In 1947 Professor Harold Livermore and his wife Anne acquired the property, apparently accepting it in a very derelict state (it had prior been used as a shadow factory for the World War II efforts) and made it their mission to salvage it's heritage and Turner's memory.   In 2005 'The Turner House Trust' was set up enabling Professor Livermore's wishes for a secure future for the house on the event of his death. 

Turner's sketchbook of designs for the house are cared for by Tate Britain and accessible online

The project and assessment of this current module is to propose an event, idea or installation that engages public interest in Sandycombe lodge, as currently it is relatively bare and unvisited (due to limited funding, should this upset you donate here) which renders it unlimited in it's potential. 

In regards to this, I was reading some information on Turner's father, William, who cared for the house while his son worked at The Royal Academy, and would occasionally walk the ten miles it took to see him lecture.  

'Old Dad' Turner

My original idea was to possibly force the public to undertake that 10 mile walk into Central London, but that seemed a bit cruel.  So instead I have considered the potential for a 'Turner Trail' that begins and concludes at Sandycombe Lodge, with stop points at Richmond Hill and Richmond bridge, from which the view has been immortalised in Turner's work;

'View of Richmond Hill and Bridge' 1808.  One of many Richmond based Turner works.
And for a wider scope on Turner and friends, there a few residences dotted around lived in by men greatly admired by Turner such as Sir Joshua Reynolds (Wick House).  Alexander Pope, another hero of Turner's, also dwelt in the area, the remains of which are now occupied by Radnor House independent school, but I think that might be pushing the distance a bit! 

Very tempted to make archaic maps for the occasion. 
 Of course, there are a lot of logistics and Google-mapping to do before I can confirm such a proposal and there is, unfortunately, another 'Turner Trail' in Yorkshire so I may have to alter the name slightly, but I am planning to take a stroll in the next few days to test it's potential so I will report back on that!

Monday, 7 October 2013

An Introduction to the Politics of Heritage: Part Two

For a case study a little closer to home, I have been thinking about 'ownership' of Heritage and where the rights of objects really lie.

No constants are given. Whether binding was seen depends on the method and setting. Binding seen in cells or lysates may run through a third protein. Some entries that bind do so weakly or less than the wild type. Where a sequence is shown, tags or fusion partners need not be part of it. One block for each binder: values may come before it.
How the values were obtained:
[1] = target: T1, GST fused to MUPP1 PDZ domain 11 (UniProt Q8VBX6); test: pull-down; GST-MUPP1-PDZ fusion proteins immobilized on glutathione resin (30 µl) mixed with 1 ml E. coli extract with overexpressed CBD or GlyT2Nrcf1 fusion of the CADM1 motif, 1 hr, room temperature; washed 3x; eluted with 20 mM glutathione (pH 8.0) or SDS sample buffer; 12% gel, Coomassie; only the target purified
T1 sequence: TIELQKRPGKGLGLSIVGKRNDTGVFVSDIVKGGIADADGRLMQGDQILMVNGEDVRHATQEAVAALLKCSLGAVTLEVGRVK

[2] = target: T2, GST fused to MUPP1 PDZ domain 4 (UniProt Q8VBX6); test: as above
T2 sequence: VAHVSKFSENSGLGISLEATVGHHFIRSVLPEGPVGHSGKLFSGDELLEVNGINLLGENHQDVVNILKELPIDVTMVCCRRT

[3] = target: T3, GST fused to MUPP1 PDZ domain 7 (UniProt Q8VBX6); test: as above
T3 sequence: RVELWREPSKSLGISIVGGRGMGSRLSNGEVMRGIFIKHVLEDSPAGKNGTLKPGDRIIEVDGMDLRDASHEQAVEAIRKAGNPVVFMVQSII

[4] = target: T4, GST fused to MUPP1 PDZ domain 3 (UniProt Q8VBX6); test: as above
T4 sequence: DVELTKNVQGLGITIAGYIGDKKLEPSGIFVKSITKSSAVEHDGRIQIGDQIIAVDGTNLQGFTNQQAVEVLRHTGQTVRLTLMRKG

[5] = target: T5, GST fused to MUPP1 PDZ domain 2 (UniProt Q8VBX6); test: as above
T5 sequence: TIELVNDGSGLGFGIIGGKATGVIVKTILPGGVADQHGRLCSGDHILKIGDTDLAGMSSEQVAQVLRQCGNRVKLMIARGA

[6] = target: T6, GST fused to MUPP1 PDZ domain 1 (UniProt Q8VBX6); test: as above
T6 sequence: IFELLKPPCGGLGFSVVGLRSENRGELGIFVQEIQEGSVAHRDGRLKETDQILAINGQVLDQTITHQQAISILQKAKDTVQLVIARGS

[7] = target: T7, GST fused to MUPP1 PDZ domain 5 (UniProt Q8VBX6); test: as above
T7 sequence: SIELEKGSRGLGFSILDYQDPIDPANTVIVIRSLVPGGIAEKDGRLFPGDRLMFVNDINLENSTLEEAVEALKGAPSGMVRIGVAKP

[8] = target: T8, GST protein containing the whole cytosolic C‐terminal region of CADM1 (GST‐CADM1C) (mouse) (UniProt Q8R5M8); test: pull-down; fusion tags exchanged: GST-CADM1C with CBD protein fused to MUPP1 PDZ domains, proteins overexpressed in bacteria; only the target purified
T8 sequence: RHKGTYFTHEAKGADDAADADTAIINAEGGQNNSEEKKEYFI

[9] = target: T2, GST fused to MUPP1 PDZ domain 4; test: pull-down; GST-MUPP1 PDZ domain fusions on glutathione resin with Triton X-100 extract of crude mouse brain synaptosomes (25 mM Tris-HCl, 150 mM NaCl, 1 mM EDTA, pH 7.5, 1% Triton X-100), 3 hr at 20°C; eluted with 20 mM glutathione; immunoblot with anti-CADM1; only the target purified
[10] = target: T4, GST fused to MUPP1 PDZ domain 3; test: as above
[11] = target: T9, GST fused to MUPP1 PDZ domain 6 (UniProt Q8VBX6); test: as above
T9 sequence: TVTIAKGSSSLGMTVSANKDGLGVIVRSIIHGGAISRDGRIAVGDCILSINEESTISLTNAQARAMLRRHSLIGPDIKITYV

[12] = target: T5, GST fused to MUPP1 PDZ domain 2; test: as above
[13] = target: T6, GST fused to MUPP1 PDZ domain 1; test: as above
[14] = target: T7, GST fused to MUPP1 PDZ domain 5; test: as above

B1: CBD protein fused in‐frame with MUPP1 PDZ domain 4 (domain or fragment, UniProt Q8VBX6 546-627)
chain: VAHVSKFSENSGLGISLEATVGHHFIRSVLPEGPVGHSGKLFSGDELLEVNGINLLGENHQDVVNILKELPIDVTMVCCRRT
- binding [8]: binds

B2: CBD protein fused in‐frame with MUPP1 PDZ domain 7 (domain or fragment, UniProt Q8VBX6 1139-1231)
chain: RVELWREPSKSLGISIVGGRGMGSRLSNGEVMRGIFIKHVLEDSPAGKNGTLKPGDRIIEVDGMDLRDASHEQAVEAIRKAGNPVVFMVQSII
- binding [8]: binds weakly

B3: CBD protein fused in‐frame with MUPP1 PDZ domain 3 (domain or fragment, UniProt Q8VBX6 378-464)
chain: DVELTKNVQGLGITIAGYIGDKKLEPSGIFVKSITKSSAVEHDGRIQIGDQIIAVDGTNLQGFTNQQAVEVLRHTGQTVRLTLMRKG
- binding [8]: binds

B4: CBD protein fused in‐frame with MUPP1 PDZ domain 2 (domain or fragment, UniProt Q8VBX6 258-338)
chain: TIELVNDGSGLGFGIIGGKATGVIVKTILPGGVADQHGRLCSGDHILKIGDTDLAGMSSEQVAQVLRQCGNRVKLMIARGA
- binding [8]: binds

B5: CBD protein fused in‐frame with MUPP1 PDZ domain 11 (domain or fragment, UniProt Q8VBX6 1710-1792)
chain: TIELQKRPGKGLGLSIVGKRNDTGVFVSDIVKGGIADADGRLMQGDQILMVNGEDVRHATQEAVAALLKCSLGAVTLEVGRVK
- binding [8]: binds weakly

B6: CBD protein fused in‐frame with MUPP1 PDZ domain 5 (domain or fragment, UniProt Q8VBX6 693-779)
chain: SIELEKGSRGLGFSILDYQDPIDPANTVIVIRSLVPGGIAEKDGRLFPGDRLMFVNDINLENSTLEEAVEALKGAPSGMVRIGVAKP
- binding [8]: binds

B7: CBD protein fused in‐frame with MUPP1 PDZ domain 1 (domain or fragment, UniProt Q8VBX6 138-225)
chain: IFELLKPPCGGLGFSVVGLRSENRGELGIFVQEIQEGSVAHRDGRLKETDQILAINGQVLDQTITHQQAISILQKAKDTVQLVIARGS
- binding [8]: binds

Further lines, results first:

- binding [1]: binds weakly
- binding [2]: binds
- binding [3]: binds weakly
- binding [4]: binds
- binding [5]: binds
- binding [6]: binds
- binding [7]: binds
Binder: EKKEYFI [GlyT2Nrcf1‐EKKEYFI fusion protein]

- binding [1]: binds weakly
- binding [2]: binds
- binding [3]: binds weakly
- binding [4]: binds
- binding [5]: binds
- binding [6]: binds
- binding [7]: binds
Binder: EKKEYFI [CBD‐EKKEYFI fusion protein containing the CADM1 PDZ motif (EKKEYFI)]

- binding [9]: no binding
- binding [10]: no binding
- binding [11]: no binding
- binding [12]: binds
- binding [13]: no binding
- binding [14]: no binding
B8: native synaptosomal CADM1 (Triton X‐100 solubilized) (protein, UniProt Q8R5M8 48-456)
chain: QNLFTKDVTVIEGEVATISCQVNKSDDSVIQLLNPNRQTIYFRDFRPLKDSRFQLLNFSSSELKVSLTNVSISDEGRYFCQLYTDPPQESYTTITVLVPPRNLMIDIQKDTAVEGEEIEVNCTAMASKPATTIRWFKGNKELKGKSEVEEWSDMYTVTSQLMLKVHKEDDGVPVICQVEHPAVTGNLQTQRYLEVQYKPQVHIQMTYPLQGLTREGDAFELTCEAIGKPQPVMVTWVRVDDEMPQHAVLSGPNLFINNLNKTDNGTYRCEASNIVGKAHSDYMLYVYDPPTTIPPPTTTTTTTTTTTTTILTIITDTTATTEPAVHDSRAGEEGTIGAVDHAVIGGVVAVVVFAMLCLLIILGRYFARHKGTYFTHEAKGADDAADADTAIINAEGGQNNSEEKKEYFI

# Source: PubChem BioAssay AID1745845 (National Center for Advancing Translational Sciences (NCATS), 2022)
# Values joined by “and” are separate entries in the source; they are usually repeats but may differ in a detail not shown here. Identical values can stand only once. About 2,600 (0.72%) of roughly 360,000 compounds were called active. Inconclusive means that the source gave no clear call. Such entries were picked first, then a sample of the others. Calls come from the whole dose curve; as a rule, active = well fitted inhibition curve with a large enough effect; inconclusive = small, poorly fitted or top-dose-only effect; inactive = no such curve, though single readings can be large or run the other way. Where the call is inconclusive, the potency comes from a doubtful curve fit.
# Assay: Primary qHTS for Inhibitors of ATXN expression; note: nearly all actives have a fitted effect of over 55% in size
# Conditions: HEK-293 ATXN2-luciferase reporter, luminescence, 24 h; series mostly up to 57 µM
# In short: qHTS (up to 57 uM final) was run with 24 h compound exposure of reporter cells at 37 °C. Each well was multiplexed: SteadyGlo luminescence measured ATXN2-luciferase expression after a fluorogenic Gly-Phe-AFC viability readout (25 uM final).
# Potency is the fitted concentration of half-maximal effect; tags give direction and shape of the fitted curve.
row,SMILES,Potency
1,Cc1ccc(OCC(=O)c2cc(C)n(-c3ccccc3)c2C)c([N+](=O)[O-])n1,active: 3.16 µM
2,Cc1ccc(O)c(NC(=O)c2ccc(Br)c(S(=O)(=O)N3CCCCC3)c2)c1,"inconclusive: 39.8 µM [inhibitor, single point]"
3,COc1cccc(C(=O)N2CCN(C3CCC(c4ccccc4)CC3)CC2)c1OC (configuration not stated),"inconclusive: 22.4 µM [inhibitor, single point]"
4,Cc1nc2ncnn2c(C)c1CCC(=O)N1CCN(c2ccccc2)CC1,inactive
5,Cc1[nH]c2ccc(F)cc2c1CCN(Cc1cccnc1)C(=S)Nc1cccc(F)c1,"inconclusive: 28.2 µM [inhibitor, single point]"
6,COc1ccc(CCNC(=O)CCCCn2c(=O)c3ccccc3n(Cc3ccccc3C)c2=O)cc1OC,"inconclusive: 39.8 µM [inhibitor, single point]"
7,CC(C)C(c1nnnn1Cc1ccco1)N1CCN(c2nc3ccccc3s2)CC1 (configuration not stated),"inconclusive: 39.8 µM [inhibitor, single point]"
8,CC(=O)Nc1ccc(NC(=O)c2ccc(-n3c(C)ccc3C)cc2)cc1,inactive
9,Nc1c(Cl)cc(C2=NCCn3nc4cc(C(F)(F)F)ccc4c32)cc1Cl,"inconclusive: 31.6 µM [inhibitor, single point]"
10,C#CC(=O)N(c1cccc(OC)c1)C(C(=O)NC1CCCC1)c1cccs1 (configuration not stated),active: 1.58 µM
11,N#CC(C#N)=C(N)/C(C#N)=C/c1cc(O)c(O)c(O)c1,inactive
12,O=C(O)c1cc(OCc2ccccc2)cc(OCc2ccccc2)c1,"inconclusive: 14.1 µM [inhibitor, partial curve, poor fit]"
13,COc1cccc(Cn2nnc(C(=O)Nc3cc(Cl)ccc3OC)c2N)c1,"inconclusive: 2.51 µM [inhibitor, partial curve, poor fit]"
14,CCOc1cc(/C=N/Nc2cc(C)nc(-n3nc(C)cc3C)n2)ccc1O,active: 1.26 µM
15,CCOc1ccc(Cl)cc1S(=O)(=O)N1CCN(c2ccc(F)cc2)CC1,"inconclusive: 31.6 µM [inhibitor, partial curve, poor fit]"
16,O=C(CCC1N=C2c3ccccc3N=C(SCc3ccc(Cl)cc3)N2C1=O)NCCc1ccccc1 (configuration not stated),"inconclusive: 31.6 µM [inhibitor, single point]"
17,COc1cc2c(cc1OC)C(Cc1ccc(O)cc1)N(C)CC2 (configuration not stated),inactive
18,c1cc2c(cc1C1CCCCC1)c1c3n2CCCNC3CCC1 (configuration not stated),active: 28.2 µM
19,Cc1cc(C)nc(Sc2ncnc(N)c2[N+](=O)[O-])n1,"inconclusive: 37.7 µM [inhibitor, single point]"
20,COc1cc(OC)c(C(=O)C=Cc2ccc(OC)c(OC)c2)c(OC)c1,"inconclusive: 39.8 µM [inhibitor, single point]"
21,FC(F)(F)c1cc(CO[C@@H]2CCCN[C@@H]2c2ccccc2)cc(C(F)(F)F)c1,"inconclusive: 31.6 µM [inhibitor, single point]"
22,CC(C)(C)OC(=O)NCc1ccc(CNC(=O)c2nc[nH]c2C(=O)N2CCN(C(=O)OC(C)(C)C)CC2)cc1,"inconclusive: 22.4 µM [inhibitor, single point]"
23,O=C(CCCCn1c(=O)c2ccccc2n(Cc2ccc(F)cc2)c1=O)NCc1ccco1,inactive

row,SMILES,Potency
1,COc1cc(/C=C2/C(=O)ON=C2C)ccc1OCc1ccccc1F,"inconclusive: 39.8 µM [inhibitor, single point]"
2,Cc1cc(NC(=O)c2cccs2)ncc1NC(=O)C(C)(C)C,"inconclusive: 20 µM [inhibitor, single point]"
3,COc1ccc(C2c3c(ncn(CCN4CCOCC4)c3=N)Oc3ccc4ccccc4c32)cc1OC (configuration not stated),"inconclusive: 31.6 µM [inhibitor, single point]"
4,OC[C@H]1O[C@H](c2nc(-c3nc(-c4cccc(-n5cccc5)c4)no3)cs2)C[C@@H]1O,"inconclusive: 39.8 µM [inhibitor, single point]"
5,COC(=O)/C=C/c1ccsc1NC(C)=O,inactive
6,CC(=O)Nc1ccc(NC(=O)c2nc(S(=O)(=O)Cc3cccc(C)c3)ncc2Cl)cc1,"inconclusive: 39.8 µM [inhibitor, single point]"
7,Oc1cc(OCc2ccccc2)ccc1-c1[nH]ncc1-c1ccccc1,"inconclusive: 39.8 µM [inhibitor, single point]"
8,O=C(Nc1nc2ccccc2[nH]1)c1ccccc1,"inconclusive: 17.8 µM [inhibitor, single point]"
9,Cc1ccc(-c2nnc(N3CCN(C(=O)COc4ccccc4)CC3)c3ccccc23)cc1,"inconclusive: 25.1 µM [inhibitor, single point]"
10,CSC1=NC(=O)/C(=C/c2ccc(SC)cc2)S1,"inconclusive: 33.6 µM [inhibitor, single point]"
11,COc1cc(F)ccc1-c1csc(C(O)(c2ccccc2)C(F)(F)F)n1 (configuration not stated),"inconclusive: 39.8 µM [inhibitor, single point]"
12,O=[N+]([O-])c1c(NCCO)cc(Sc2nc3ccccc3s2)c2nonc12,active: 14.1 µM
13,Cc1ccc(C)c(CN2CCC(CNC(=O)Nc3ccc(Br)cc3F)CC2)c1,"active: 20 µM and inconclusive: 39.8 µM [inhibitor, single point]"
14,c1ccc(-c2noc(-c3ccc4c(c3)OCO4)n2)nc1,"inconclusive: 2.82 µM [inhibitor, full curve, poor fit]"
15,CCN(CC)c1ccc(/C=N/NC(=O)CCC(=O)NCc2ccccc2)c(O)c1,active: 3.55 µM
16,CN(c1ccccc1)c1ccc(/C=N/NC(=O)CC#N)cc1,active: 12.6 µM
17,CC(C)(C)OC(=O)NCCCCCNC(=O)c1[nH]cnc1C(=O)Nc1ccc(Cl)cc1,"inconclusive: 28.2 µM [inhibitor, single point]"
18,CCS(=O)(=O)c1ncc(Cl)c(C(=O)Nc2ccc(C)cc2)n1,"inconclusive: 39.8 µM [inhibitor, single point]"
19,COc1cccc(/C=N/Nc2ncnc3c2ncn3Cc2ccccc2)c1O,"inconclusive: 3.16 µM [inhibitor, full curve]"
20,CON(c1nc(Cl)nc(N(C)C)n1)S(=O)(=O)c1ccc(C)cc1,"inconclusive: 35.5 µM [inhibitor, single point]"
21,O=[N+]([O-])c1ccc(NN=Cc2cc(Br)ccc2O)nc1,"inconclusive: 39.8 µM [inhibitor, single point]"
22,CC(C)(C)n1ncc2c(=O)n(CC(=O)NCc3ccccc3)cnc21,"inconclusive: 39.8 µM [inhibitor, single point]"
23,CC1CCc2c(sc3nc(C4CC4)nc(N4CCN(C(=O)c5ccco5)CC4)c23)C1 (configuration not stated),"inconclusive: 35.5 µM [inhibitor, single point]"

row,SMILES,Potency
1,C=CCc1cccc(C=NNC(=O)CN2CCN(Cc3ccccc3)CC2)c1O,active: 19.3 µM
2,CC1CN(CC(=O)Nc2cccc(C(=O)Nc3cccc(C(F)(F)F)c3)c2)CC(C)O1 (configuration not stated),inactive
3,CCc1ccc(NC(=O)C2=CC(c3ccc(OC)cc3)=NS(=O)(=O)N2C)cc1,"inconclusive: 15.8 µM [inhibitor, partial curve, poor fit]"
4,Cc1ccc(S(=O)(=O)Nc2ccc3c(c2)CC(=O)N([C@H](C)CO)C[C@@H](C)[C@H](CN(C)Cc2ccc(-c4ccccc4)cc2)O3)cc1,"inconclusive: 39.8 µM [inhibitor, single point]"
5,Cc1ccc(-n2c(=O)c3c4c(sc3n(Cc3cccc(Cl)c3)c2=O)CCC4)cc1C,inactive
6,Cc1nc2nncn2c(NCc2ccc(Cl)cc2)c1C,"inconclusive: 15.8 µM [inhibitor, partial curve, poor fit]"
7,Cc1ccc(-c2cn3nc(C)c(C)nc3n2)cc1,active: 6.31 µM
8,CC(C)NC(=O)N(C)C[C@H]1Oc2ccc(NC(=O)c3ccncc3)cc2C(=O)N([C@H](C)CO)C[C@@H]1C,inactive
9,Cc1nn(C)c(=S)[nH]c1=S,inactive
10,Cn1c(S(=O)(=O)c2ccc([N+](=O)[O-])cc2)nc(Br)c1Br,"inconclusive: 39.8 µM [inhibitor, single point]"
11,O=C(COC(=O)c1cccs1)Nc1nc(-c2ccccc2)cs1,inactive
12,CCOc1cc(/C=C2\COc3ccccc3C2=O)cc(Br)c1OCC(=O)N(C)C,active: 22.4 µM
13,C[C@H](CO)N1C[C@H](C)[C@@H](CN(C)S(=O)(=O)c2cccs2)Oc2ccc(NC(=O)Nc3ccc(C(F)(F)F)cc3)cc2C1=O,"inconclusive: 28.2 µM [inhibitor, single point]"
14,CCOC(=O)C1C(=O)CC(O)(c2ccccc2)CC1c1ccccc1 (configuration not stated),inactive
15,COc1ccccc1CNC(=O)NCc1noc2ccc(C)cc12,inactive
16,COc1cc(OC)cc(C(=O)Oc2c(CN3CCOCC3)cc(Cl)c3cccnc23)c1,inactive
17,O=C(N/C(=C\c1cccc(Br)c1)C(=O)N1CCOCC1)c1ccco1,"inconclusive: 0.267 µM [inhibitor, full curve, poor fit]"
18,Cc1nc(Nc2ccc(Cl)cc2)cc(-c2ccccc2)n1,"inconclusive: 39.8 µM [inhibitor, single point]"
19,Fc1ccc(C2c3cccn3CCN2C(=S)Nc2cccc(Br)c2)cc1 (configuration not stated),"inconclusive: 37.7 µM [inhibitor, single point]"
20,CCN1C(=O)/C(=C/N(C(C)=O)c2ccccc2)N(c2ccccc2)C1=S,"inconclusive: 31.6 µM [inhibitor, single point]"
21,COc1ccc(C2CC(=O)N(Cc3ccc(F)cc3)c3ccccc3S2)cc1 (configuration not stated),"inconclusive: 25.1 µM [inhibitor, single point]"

The British Museum

About 200 years ago Lord Elgin, an ambassador for Britain, removed sculptures from the Parthenon in Athens and bought them back home.  He sold them to The British Museum and after a brief settlement it was decided that the museum did indeed have complete legal ownership of the sculptures and they are still housed there today.

Who wouldn't want to keep them?

However, Greece isn't particularly happy about this and is still urging Britain to send them back, especially as they have the lovely new(ish)  Acropolis Museum to keep them warm in.  

The Acropolis Museum has made copies of the sculptures, to complete their Parthenon reconstruction.

Greek politicians argue that Britain has a moral duty to return the sculptures to it's rightful place.  However the British Museum refuses, stating the the museum represents the history of world humanity, transcending borders with free access to visitors from around the globe.  There are also a lot of written laws to support their ownership, which is potentially why the Greeks used the 'moral' card.

The term 'World Heritage' promotes the idea that great buildings and artifacts are not limited to a nation, but belong to anyone in the world who shows an interest (or arguably, a small committee representing the interested world).    There are definitely both positive and negative aspects to this notion.  

To follow on from this, I found this interesting link that lists the Top Ten Plundered Artifacts currently on display to the public.

An Introduction to The Politics of Heritage

For my first module 'Interrogating Heritage' we have been looking at the theoretical and practical implications of managing Heritage, with bodies such as UNESCO issuing charters on what can be classified as being of 'Heritage Value'.  There is, of course, much criticism posed towards the worth of these lists and whether they truly represent Heritage at all. 

I read an article by Rodney Harrison entitled 'The Politics of Heritage' (it can be found here:  which helped me to consider this more. 

Harrison introduces us to the ongoing conflict between national identity and heritage, specifically how the politics of heritage can interfere with the ‘public viewpoint’.  These issues mostly concern class, nationalism and post-colonialism.
Harrison then notes that ‘politics’ can symbolise to many authority or power, which raises the problem of whether official heritage is just a very small group of society controlling and remaking the past as a means to their own ends, or to just facilitate their own viewpoint rather than that necessarily of ‘the people’.